30 May 2014

Festival of Homiletics: Convicted

Like I said: the Moleskine got a workout
I was in Minneapolis last week for the 2014 Festival of Homiletics, which is fancy church-geek speak for "preaching."  Four full days of lectures on preaching and worship services featuring great preachers from a wide array of Protestant churches.  I heard from Walter Brueggeman, Anna Carter Florence, Barbara Brown Taylor, MaryAnn McKibben Dana, Lauren Winner, Otis Moss III, Karoline Lewis, John Bell, and Brian McLaren, and I regrettably had to miss lectures and sermons by M. Craig Barnes and Will Willimon (good news, though - for a small fee you can buy recordings!).  My hand was cramping from all the notes and my Moleskine filled up rapidly.

I had an interesting experience with two speakers that I'm still processing.  Peter Rollins presented his lecture, "Fools for Christ:  The Sermon as a Weapon of Subversion" on Thursday after the morning break, and after lunch we were treated to his wonderful sermon "Encountering Ourselves in the Other," both of which dealt with what Rollins calls the acceptable transgression of our ideological systems.  He talked about subversion, seeing ourselves from the perspective of the Other, scapegoating, and our continuing practice of externalizing our problems onto others so that we don't have to deal with our brokenness.  This was heady stuff delivered at an incredible pace by a mad wee Northern Irishman pacing back and forth as if the words were going to burst from his head if he didn't get them out of his mouth.  It was incredibly gratifying to realize that some of the themes I see in my own preaching, some of the push I feel from the Spirit to speak and move in certain directions, mirrors some of what Rollins was working on.  Now I have better language to go with where it appears God wants the church to go in terms of naming our own brokenness instead of spending our time "preaching the same message as cable news," as Brian McLaren put it this morning.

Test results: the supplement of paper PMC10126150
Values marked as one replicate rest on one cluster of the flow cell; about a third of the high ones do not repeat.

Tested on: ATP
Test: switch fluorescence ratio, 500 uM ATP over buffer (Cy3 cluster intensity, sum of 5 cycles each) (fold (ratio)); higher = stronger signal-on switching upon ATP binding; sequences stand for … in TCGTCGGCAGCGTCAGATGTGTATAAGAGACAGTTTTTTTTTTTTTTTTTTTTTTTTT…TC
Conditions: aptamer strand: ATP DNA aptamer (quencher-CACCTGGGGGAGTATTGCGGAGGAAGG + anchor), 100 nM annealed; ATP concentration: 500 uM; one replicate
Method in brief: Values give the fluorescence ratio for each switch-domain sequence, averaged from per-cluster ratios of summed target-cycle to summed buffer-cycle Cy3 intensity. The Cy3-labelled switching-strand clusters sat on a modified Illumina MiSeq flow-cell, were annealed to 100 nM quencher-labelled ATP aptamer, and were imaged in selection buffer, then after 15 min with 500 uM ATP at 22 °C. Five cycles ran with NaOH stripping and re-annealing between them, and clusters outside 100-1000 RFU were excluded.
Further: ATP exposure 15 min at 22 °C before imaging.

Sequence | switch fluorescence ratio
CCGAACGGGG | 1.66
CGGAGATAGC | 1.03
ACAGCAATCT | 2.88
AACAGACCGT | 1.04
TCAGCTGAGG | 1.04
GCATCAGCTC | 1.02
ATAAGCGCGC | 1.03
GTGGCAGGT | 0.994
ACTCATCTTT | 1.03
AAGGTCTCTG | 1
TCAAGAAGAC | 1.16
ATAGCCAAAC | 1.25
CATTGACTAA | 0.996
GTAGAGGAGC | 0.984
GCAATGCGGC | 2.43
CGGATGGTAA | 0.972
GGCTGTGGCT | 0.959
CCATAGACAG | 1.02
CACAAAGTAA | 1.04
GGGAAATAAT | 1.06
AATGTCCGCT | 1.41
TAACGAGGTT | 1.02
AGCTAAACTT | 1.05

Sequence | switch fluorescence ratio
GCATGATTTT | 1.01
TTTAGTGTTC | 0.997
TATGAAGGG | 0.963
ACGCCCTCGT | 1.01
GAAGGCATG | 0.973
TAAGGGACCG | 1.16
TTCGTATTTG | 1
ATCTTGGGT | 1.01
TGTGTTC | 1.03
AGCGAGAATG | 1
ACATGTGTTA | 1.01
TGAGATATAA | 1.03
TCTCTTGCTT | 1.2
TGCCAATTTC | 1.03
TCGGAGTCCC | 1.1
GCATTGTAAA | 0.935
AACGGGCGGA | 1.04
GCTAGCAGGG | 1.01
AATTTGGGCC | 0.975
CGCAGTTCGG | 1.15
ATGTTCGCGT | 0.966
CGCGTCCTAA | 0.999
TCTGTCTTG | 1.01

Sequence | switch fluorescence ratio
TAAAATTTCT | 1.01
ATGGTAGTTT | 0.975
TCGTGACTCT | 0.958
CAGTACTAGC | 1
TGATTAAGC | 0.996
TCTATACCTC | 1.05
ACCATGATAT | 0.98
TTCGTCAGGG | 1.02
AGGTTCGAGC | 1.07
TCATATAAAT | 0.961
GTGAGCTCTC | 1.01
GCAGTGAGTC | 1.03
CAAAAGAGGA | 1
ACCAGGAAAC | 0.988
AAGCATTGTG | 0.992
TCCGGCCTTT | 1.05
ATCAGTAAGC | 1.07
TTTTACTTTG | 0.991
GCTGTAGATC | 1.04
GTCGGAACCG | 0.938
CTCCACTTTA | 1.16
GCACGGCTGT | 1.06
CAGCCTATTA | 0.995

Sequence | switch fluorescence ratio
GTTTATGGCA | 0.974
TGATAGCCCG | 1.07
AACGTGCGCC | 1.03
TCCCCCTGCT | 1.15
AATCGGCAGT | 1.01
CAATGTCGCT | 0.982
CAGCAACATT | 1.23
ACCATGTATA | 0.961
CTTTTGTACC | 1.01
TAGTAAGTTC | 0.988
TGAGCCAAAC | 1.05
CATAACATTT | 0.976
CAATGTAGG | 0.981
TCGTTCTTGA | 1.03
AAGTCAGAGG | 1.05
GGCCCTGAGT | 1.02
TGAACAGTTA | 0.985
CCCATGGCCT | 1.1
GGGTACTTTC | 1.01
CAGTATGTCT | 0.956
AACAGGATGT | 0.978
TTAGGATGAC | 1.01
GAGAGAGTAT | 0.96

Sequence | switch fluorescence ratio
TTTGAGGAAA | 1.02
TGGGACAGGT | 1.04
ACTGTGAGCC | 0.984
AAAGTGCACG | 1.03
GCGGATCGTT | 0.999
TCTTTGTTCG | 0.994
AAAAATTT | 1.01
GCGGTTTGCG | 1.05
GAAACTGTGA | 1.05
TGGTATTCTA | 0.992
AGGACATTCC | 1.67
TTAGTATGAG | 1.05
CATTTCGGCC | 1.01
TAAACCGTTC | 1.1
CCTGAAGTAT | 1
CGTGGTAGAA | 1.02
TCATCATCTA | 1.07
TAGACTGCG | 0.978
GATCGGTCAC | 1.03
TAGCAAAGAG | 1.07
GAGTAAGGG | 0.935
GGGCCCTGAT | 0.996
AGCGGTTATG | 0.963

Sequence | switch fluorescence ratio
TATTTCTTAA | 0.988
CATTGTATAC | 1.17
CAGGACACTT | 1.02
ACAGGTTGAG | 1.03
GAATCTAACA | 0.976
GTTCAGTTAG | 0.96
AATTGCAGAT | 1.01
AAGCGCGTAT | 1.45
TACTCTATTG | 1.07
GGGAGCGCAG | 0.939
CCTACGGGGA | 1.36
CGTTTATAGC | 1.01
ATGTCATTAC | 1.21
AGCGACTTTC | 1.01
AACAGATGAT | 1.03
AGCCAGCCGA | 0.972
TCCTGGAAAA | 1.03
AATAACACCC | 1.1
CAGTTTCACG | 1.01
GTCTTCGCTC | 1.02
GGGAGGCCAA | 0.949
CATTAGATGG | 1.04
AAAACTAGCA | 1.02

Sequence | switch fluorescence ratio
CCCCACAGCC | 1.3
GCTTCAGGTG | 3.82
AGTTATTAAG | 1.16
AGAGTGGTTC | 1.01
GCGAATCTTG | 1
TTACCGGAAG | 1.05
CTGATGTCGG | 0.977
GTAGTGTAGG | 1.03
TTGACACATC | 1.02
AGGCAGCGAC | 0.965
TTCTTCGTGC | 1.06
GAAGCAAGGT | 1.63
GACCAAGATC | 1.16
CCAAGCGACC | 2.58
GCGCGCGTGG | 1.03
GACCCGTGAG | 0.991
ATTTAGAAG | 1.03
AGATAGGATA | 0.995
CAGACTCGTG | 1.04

So, yeah - I was buying what Peter was selling.  Until my homiletics professor David Lose stepped on the stage and in the course of his own lecture stuck a dagger right through the heart of my own prejudice (in his genial, kind, earnestly sincere way, of course.)

Dr. Lose's lecture was entitled, "Jonah, the Whale, and Homiletics' Abundant Life."  This is something he's obviously been working on for a while, and part of what he was talking about was marketing and its parallels to our preaching.  In the course of the lecture he showed three commercials, and the one that became the petard upon which I was hoisted was this one:

After the commercial, Dr. Lose mentioned how he'd shown the same commercial at a church while giving this lecture recently, and a man came up to him and said, "I work for Allstate.  We really want this to be how people see us - we want people to live their life and trust that we'll be there for them."  And the minute I heard Dr. Lose say that, I thought, "Whatever, man.  They made that commercial because they just want to sell a few more insurance policies.  Anything for a buck."

Boom.  Instant conviction.

If we're going to insist that our people see our human tendency to scapegoat and externalize in themselves, we need to first be able to see it in ourselves.  What I realized in that moment wa
s that I needed that Allstate guy to be the crass, selfish, materialistic bastard I believed he was for two reasons:  first, to keep my prejudices in place, and second, to keep him as a shield between my own brokenness, my own crass, selfish, materialistic bastard-like behavior that I have studiously and scrupulously avoided acknowledging for as long as I can remember.  It's not enough to say it's got to be done to others:  like so many things when it comes to this art of preaching, the first one to receive this message and acknowledge its truth has to be the preacher him/herself.

So, thanks, David and Peter, for three great lectures and one good stab through the heart.  It was well done, boys.  A health to you and yours!

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